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This special issue brings together a series of papers on the implementation and evaluation of community mobilisation efforts among sex workers and other marginalised populations within Avahan, the India AIDS Initiative. Avahan was initiated in 2003 as an attempt to build an HIV prevention model at scale across the six high prevalence states in India. It used a flexible but target-driven approach derived from business to mobilise collaboration and drive rapid implementation on the ground. Within a few years, Avahan demonstrated that high levels of coverage of high impact interventions can be achieved with large numbers of people at risk.1 ,2 The states targeted in this project have populations greater than most countries; working at scale in these settings was indeed a tall challenge. A recent study suggested that Avahan succeeded in averting an estimated 100 000 HIV infections by 2008.3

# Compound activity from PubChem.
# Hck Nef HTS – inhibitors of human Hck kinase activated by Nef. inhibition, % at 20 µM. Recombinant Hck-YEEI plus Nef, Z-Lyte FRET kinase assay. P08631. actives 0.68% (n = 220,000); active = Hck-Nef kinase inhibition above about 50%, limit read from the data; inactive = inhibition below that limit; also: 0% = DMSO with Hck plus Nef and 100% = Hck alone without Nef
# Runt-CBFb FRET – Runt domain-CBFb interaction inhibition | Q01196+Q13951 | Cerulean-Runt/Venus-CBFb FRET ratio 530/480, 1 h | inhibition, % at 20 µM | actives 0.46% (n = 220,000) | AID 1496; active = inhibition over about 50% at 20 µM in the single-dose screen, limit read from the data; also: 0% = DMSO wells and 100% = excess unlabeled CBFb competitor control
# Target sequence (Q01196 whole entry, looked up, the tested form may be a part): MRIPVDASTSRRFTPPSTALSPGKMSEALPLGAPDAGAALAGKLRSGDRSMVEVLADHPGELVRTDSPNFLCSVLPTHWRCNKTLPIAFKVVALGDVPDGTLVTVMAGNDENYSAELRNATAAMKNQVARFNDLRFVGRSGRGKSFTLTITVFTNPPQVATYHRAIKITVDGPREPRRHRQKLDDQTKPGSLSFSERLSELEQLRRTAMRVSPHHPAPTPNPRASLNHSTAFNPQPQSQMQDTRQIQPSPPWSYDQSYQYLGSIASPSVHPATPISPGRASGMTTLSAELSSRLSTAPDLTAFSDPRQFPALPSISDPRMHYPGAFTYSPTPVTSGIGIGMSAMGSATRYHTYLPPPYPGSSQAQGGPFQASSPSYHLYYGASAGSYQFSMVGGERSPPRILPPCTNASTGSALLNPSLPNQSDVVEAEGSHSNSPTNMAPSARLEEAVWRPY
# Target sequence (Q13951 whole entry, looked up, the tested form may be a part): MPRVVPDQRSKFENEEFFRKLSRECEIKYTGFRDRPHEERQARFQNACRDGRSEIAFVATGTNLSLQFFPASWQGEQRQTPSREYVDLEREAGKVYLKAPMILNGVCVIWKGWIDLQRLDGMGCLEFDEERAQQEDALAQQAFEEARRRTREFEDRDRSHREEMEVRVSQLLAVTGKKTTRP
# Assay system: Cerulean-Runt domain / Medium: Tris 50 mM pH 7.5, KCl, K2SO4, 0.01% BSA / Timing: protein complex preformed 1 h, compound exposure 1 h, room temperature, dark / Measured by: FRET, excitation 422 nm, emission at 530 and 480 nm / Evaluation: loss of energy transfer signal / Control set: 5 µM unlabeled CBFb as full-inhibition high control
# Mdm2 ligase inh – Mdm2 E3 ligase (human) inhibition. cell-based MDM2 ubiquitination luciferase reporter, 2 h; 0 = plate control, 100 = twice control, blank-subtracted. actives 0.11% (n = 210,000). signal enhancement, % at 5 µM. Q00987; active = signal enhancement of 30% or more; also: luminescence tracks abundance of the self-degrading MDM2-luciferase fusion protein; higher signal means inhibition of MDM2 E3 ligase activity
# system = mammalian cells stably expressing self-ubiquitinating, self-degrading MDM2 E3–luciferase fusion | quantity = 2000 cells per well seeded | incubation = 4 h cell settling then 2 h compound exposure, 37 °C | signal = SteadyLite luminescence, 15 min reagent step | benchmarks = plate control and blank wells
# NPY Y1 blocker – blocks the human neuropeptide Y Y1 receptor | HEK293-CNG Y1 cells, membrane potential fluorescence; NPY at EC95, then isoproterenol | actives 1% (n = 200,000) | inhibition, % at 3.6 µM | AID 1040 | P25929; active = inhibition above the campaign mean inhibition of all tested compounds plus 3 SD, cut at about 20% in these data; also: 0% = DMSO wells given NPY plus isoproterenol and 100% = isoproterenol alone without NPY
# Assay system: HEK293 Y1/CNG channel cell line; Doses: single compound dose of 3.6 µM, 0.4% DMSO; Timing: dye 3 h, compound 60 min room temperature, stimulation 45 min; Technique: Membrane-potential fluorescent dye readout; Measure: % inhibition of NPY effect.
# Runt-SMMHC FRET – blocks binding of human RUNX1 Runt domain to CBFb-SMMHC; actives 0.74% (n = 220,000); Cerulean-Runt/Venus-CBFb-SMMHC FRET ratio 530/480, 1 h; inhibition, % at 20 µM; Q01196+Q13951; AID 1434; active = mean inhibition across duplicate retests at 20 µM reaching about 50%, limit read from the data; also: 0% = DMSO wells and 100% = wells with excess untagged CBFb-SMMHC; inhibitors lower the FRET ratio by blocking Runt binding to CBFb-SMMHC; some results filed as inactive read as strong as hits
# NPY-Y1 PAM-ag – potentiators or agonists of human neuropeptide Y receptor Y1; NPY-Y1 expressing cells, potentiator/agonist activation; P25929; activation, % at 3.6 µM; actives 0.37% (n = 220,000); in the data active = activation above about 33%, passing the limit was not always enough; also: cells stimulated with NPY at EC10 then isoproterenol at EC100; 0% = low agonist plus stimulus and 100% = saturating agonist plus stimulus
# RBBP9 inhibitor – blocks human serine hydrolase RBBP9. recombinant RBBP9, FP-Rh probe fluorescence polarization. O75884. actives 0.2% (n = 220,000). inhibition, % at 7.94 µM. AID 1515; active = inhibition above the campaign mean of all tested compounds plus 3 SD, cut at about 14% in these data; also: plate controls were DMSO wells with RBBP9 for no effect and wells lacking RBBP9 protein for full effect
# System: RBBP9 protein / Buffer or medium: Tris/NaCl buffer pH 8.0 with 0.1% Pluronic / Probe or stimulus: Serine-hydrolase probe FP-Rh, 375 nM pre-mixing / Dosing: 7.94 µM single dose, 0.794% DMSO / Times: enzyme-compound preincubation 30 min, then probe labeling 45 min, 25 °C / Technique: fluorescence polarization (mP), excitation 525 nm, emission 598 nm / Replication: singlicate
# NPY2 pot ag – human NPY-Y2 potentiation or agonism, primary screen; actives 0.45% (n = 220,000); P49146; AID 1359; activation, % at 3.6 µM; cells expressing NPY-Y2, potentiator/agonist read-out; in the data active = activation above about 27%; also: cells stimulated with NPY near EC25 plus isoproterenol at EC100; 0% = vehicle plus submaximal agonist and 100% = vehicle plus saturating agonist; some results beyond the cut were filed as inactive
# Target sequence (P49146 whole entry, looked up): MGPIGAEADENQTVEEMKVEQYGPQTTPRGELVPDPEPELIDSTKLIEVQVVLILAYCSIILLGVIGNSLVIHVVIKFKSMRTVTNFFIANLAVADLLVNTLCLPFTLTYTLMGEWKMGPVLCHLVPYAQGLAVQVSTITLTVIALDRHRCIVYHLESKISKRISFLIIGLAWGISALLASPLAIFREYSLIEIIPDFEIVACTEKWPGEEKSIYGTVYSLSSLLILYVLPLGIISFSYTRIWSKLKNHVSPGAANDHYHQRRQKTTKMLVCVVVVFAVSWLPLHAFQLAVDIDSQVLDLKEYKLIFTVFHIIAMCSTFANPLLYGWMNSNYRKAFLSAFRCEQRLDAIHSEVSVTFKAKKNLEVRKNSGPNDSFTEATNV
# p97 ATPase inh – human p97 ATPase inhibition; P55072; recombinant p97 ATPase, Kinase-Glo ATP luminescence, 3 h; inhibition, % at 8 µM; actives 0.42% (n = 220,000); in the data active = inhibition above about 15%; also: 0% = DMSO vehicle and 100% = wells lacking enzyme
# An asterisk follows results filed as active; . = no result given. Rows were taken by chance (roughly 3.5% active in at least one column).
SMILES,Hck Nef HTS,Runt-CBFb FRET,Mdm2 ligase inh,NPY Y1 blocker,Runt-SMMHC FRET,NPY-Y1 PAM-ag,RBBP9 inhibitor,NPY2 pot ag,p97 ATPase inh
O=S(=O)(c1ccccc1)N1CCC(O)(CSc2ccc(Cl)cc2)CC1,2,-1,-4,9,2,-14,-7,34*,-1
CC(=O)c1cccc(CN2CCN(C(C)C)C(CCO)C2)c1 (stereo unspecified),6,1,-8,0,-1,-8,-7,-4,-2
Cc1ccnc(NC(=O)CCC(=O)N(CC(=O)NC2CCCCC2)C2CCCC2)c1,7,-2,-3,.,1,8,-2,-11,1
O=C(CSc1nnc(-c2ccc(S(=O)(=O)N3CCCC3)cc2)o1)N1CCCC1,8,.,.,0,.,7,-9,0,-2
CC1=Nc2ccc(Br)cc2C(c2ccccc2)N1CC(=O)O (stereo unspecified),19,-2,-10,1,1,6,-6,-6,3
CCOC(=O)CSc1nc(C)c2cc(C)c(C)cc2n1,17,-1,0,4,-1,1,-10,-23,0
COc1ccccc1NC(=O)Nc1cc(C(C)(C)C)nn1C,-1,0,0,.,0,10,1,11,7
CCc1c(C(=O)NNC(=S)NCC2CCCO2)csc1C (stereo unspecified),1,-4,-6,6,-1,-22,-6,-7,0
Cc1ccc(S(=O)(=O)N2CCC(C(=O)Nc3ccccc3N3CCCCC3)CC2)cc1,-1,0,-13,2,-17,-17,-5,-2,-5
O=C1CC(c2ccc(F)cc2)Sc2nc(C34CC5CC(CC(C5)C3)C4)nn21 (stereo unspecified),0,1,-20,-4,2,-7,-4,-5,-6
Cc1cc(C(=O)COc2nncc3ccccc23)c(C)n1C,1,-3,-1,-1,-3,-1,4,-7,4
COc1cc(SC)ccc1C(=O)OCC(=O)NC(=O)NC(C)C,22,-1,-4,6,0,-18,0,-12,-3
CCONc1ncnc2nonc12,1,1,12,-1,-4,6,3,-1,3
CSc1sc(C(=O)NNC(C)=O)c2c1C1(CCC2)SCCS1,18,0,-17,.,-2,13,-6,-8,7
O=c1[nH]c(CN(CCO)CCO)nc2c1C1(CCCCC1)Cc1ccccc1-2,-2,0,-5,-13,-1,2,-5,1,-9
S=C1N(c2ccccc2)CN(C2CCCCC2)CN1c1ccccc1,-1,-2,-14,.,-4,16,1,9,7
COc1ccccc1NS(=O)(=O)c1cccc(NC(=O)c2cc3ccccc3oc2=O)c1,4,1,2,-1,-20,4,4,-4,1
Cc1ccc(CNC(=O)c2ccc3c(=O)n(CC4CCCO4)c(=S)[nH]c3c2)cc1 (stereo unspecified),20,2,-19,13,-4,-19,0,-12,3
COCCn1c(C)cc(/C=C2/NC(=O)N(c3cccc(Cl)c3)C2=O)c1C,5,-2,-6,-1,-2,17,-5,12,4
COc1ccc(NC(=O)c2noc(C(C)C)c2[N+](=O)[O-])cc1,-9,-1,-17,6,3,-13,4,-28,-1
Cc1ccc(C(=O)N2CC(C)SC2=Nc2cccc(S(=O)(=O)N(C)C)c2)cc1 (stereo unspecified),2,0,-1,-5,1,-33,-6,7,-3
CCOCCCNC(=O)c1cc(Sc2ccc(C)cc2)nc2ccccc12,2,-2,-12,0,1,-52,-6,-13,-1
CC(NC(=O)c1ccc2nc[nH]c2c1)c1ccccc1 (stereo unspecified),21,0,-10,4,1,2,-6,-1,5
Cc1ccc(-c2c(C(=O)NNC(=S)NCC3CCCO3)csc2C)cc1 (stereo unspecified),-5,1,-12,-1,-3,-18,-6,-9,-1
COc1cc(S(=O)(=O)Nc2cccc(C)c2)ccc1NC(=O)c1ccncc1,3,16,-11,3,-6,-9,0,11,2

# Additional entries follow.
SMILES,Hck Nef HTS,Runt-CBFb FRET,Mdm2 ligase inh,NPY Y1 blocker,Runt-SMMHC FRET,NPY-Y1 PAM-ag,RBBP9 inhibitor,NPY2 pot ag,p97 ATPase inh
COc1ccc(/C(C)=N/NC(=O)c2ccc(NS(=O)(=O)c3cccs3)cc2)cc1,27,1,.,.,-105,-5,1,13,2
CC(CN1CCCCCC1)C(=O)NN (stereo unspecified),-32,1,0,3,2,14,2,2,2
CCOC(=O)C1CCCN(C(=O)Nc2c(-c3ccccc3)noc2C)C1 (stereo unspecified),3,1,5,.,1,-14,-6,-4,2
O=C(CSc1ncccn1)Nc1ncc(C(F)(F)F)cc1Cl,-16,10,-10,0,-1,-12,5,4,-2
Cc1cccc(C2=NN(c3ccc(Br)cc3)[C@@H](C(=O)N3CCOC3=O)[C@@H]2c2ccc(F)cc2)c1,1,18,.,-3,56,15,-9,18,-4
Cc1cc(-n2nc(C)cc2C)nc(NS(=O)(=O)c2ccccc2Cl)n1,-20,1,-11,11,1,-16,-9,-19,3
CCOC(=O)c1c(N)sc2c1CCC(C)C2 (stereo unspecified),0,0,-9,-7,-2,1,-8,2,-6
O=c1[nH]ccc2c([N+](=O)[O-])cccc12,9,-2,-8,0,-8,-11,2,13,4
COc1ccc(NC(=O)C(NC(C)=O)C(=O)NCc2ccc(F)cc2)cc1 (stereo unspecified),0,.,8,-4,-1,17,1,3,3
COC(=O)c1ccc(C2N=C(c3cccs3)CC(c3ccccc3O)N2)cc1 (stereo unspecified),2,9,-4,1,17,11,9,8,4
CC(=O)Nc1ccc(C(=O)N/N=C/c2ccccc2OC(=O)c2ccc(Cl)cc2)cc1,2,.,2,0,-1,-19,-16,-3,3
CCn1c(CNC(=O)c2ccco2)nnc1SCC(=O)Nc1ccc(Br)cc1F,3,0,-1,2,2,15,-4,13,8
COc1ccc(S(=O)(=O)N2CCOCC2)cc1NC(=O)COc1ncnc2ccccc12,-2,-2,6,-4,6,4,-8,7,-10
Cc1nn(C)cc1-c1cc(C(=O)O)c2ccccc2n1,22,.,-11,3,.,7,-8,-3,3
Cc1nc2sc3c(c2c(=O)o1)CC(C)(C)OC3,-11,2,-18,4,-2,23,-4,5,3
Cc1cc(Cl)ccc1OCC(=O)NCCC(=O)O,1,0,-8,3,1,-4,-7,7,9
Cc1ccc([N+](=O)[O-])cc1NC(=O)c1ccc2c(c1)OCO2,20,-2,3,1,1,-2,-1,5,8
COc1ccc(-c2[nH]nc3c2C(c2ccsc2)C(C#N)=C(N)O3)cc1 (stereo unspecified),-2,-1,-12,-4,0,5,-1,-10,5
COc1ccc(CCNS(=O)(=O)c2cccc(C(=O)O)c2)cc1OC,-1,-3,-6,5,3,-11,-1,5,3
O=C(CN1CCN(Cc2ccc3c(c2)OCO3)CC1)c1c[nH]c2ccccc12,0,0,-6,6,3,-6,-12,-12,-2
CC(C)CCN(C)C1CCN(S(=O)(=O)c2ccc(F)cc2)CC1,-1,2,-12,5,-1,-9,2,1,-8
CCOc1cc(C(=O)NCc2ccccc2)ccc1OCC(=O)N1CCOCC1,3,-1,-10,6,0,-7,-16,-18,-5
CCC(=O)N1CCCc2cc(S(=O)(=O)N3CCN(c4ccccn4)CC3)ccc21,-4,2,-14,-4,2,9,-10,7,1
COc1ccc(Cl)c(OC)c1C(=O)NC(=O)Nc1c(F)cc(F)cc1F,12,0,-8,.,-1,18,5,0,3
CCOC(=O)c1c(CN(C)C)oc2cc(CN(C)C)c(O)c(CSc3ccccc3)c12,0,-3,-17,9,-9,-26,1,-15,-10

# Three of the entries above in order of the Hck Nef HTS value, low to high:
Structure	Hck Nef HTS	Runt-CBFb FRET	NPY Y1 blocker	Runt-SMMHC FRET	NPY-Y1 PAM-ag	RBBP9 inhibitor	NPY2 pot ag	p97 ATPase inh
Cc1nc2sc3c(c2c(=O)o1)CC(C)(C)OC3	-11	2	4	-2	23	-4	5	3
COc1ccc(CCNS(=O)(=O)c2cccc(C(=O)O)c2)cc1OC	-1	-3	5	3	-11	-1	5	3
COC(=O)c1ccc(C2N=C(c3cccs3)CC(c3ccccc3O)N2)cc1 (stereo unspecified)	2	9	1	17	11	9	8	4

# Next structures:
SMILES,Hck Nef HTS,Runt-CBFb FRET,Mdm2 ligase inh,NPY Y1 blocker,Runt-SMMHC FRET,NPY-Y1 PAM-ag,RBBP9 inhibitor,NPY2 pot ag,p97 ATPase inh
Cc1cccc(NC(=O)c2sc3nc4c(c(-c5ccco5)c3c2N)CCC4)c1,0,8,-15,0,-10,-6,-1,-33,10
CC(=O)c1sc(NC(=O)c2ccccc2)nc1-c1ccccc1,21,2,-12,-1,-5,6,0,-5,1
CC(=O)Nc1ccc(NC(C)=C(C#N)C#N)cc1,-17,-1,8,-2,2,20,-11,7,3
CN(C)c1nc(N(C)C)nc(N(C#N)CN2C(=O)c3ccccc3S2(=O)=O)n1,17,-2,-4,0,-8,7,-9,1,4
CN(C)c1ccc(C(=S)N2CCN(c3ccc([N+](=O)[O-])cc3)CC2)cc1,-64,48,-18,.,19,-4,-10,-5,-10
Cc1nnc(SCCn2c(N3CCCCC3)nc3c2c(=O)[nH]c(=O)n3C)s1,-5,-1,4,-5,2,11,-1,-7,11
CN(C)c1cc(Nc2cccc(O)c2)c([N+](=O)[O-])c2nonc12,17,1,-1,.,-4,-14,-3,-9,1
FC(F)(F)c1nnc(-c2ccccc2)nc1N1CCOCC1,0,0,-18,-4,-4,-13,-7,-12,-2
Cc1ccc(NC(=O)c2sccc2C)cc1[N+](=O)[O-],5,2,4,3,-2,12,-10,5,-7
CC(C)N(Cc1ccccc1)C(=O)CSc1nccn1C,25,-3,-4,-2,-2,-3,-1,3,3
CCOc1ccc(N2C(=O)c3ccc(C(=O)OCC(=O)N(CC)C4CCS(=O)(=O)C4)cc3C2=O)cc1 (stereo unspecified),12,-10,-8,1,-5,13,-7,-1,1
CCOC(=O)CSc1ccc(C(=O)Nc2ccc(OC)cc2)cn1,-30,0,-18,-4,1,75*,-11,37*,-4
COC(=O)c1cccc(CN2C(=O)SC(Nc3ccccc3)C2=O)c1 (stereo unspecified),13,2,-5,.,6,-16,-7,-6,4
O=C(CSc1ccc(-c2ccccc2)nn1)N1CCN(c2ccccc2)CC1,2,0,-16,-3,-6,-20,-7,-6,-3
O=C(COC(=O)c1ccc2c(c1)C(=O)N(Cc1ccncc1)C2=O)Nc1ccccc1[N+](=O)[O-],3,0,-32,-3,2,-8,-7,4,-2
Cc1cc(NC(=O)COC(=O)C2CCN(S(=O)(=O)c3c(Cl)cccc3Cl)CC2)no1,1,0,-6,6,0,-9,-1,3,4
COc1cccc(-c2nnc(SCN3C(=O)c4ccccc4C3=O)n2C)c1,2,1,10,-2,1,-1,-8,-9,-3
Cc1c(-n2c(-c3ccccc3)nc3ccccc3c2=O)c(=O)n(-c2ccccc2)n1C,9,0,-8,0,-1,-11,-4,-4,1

Inspired by the pioneering work of the Sonagachi Project in the state of West Bengal,4 Avahan included specific measures to build community participation and mobilisation within its mandated package of HIV prevention interventions. As described in the papers in this issue by Wheeler et al and Galavotti et al,5 ,6 the project deliberately sought active participation of sex workers and other high-risk groups in service planning and delivery, implemented structural approaches to address significant concerns of daily life (such as social …
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